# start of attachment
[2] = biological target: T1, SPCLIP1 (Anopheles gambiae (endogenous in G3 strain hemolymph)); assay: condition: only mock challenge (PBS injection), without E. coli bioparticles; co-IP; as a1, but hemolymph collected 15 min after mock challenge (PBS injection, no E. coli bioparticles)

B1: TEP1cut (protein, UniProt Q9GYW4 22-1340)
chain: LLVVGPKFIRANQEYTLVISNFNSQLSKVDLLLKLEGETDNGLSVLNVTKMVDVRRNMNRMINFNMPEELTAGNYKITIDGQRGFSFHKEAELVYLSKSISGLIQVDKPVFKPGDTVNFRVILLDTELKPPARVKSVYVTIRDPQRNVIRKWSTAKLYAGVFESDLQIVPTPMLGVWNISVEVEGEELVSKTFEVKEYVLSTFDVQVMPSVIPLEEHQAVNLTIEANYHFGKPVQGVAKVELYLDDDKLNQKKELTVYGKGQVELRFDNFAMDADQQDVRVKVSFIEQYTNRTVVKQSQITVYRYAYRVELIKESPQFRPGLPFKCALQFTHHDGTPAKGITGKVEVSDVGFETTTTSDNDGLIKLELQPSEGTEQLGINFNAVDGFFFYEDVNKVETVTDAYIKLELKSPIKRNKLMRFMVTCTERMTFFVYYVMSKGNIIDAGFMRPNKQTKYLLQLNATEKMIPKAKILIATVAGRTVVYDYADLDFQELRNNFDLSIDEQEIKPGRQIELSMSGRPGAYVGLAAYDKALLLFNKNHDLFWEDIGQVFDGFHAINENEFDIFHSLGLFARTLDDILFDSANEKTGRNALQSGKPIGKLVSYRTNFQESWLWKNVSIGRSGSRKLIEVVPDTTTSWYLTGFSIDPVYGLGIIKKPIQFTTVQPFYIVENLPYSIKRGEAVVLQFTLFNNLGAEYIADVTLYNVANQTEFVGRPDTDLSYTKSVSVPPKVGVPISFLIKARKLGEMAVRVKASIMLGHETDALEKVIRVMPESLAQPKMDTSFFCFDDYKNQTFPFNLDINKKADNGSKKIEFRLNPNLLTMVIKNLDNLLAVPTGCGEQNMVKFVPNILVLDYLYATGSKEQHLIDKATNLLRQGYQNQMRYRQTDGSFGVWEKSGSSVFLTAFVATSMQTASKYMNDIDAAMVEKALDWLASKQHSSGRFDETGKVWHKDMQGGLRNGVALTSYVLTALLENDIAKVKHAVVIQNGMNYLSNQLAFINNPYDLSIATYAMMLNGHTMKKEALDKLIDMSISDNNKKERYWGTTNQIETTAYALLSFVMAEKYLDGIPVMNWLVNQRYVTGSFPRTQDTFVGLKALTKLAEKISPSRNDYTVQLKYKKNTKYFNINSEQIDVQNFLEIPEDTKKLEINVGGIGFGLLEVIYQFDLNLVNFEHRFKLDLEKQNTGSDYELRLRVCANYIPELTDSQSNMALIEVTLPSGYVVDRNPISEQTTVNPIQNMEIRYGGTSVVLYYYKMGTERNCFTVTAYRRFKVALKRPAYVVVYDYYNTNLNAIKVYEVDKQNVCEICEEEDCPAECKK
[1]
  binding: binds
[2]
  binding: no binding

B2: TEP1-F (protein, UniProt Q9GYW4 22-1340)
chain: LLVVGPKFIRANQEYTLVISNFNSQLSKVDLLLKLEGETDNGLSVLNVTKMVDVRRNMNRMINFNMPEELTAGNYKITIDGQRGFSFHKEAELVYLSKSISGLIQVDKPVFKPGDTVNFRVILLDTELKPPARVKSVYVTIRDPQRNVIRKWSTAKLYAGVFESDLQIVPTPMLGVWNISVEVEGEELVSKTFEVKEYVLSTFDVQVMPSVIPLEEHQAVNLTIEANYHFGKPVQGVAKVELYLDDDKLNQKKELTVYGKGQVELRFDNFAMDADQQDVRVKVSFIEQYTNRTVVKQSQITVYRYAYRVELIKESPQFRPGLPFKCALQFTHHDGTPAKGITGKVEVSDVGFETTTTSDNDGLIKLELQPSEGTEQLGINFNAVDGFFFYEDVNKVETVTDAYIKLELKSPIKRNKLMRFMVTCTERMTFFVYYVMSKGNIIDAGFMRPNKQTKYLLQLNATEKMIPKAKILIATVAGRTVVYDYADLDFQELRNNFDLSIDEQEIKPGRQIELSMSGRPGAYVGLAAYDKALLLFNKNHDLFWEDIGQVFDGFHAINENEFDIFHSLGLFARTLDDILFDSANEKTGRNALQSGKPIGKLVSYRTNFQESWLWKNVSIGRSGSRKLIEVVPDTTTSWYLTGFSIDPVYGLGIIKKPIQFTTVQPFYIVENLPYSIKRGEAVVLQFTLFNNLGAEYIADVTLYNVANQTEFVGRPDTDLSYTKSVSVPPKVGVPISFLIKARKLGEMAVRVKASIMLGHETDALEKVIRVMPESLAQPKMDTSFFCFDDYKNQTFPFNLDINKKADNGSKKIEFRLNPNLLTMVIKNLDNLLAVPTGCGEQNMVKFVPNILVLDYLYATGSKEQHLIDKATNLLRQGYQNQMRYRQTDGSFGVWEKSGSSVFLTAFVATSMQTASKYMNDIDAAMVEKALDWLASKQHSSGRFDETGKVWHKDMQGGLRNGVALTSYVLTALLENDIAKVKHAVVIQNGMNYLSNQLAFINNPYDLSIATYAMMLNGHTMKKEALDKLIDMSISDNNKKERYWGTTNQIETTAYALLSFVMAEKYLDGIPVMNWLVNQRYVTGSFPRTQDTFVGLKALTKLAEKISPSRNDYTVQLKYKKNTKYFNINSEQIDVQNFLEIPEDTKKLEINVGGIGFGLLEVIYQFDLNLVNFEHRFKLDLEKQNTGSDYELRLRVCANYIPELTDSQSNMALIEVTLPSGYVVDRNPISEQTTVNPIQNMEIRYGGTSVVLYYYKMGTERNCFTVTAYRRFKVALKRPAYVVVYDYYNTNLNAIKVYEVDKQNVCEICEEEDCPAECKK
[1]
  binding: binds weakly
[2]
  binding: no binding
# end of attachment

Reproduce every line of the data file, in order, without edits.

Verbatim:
[2] = biological target: T1, SPCLIP1 (Anopheles gambiae (endogenous in G3 strain hemolymph)); assay: condition: only mock challenge (PBS injection), without E. coli bioparticles; co-IP; as a1, but hemolymph collected 15 min after mock challenge (PBS injection, no E. coli bioparticles)

B1: TEP1cut (protein, UniProt Q9GYW4 22-1340)
chain: LLVVGPKFIRANQEYTLVISNFNSQLSKVDLLLKLEGETDNGLSVLNVTKMVDVRRNMNRMINFNMPEELTAGNYKITIDGQRGFSFHKEAELVYLSKSISGLIQVDKPVFKPGDTVNFRVILLDTELKPPARVKSVYVTIRDPQRNVIRKWSTAKLYAGVFESDLQIVPTPMLGVWNISVEVEGEELVSKTFEVKEYVLSTFDVQVMPSVIPLEEHQAVNLTIEANYHFGKPVQGVAKVELYLDDDKLNQKKELTVYGKGQVELRFDNFAMDADQQDVRVKVSFIEQYTNRTVVKQSQITVYRYAYRVELIKESPQFRPGLPFKCALQFTHHDGTPAKGITGKVEVSDVGFETTTTSDNDGLIKLELQPSEGTEQLGINFNAVDGFFFYEDVNKVETVTDAYIKLELKSPIKRNKLMRFMVTCTERMTFFVYYVMSKGNIIDAGFMRPNKQTKYLLQLNATEKMIPKAKILIATVAGRTVVYDYADLDFQELRNNFDLSIDEQEIKPGRQIELSMSGRPGAYVGLAAYDKALLLFNKNHDLFWEDIGQVFDGFHAINENEFDIFHSLGLFARTLDDILFDSANEKTGRNALQSGKPIGKLVSYRTNFQESWLWKNVSIGRSGSRKLIEVVPDTTTSWYLTGFSIDPVYGLGIIKKPIQFTTVQPFYIVENLPYSIKRGEAVVLQFTLFNNLGAEYIADVTLYNVANQTEFVGRPDTDLSYTKSVSVPPKVGVPISFLIKARKLGEMAVRVKASIMLGHETDALEKVIRVMPESLAQPKMDTSFFCFDDYKNQTFPFNLDINKKADNGSKKIEFRLNPNLLTMVIKNLDNLLAVPTGCGEQNMVKFVPNILVLDYLYATGSKEQHLIDKATNLLRQGYQNQMRYRQTDGSFGVWEKSGSSVFLTAFVATSMQTASKYMNDIDAAMVEKALDWLASKQHSSGRFDETGKVWHKDMQGGLRNGVALTSYVLTALLENDIAKVKHAVVIQNGMNYLSNQLAFINNPYDLSIATYAMMLNGHTMKKEALDKLIDMSISDNNKKERYWGTTNQIETTAYALLSFVMAEKYLDGIPVMNWLVNQRYVTGSFPRTQDTFVGLKALTKLAEKISPSRNDYTVQLKYKKNTKYFNINSEQIDVQNFLEIPEDTKKLEINVGGIGFGLLEVIYQFDLNLVNFEHRFKLDLEKQNTGSDYELRLRVCANYIPELTDSQSNMALIEVTLPSGYVVDRNPISEQTTVNPIQNMEIRYGGTSVVLYYYKMGTERNCFTVTAYRRFKVALKRPAYVVVYDYYNTNLNAIKVYEVDKQNVCEICEEEDCPAECKK
[1]
  binding: binds
[2]
  binding: no binding

B2: TEP1-F (protein, UniProt Q9GYW4 22-1340)
chain: LLVVGPKFIRANQEYTLVISNFNSQLSKVDLLLKLEGETDNGLSVLNVTKMVDVRRNMNRMINFNMPEELTAGNYKITIDGQRGFSFHKEAELVYLSKSISGLIQVDKPVFKPGDTVNFRVILLDTELKPPARVKSVYVTIRDPQRNVIRKWSTAKLYAGVFESDLQIVPTPMLGVWNISVEVEGEELVSKTFEVKEYVLSTFDVQVMPSVIPLEEHQAVNLTIEANYHFGKPVQGVAKVELYLDDDKLNQKKELTVYGKGQVELRFDNFAMDADQQDVRVKVSFIEQYTNRTVVKQSQITVYRYAYRVELIKESPQFRPGLPFKCALQFTHHDGTPAKGITGKVEVSDVGFETTTTSDNDGLIKLELQPSEGTEQLGINFNAVDGFFFYEDVNKVETVTDAYIKLELKSPIKRNKLMRFMVTCTERMTFFVYYVMSKGNIIDAGFMRPNKQTKYLLQLNATEKMIPKAKILIATVAGRTVVYDYADLDFQELRNNFDLSIDEQEIKPGRQIELSMSGRPGAYVGLAAYDKALLLFNKNHDLFWEDIGQVFDGFHAINENEFDIFHSLGLFARTLDDILFDSANEKTGRNALQSGKPIGKLVSYRTNFQESWLWKNVSIGRSGSRKLIEVVPDTTTSWYLTGFSIDPVYGLGIIKKPIQFTTVQPFYIVENLPYSIKRGEAVVLQFTLFNNLGAEYIADVTLYNVANQTEFVGRPDTDLSYTKSVSVPPKVGVPISFLIKARKLGEMAVRVKASIMLGHETDALEKVIRVMPESLAQPKMDTSFFCFDDYKNQTFPFNLDINKKADNGSKKIEFRLNPNLLTMVIKNLDNLLAVPTGCGEQNMVKFVPNILVLDYLYATGSKEQHLIDKATNLLRQGYQNQMRYRQTDGSFGVWEKSGSSVFLTAFVATSMQTASKYMNDIDAAMVEKALDWLASKQHSSGRFDETGKVWHKDMQGGLRNGVALTSYVLTALLENDIAKVKHAVVIQNGMNYLSNQLAFINNPYDLSIATYAMMLNGHTMKKEALDKLIDMSISDNNKKERYWGTTNQIETTAYALLSFVMAEKYLDGIPVMNWLVNQRYVTGSFPRTQDTFVGLKALTKLAEKISPSRNDYTVQLKYKKNTKYFNINSEQIDVQNFLEIPEDTKKLEINVGGIGFGLLEVIYQFDLNLVNFEHRFKLDLEKQNTGSDYELRLRVCANYIPELTDSQSNMALIEVTLPSGYVVDRNPISEQTTVNPIQNMEIRYGGTSVVLYYYKMGTERNCFTVTAYRRFKVALKRPAYVVVYDYYNTNLNAIKVYEVDKQNVCEICEEEDCPAECKK
[1]
  binding: binds weakly
[2]
  binding: no binding